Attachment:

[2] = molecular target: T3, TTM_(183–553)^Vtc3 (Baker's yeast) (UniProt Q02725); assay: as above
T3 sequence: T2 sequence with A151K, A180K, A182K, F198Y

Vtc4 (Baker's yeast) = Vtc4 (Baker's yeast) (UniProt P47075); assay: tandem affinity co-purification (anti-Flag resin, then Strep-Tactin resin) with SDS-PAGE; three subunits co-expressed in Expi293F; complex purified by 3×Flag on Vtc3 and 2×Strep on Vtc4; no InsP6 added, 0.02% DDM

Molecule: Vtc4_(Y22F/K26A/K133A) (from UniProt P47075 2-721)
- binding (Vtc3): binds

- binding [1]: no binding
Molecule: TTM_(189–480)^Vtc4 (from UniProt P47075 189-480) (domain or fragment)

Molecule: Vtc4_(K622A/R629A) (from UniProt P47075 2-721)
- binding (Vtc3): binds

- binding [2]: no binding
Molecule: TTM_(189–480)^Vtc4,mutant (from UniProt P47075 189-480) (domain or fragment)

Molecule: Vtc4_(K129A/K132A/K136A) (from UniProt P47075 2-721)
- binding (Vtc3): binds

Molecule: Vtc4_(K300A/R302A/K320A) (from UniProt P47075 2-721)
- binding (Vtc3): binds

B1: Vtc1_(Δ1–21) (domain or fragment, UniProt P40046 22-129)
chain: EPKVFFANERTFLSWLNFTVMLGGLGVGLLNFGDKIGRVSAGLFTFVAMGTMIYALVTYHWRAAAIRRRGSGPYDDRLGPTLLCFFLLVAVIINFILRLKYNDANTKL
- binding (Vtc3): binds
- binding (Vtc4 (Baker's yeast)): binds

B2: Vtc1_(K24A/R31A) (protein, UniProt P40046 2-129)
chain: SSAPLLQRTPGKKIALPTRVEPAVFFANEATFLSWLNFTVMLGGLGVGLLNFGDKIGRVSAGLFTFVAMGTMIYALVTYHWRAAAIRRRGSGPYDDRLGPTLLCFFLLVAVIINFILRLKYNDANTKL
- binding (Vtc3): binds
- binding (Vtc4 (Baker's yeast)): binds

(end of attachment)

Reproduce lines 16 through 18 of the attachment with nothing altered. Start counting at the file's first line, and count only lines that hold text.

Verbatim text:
B1: Vtc1_(Δ1–21) (domain or fragment, UniProt P40046 22-129)
chain: EPKVFFANERTFLSWLNFTVMLGGLGVGLLNFGDKIGRVSAGLFTFVAMGTMIYALVTYHWRAAAIRRRGSGPYDDRLGPTLLCFFLLVAVIINFILRLKYNDANTKL
- binding (Vtc3): binds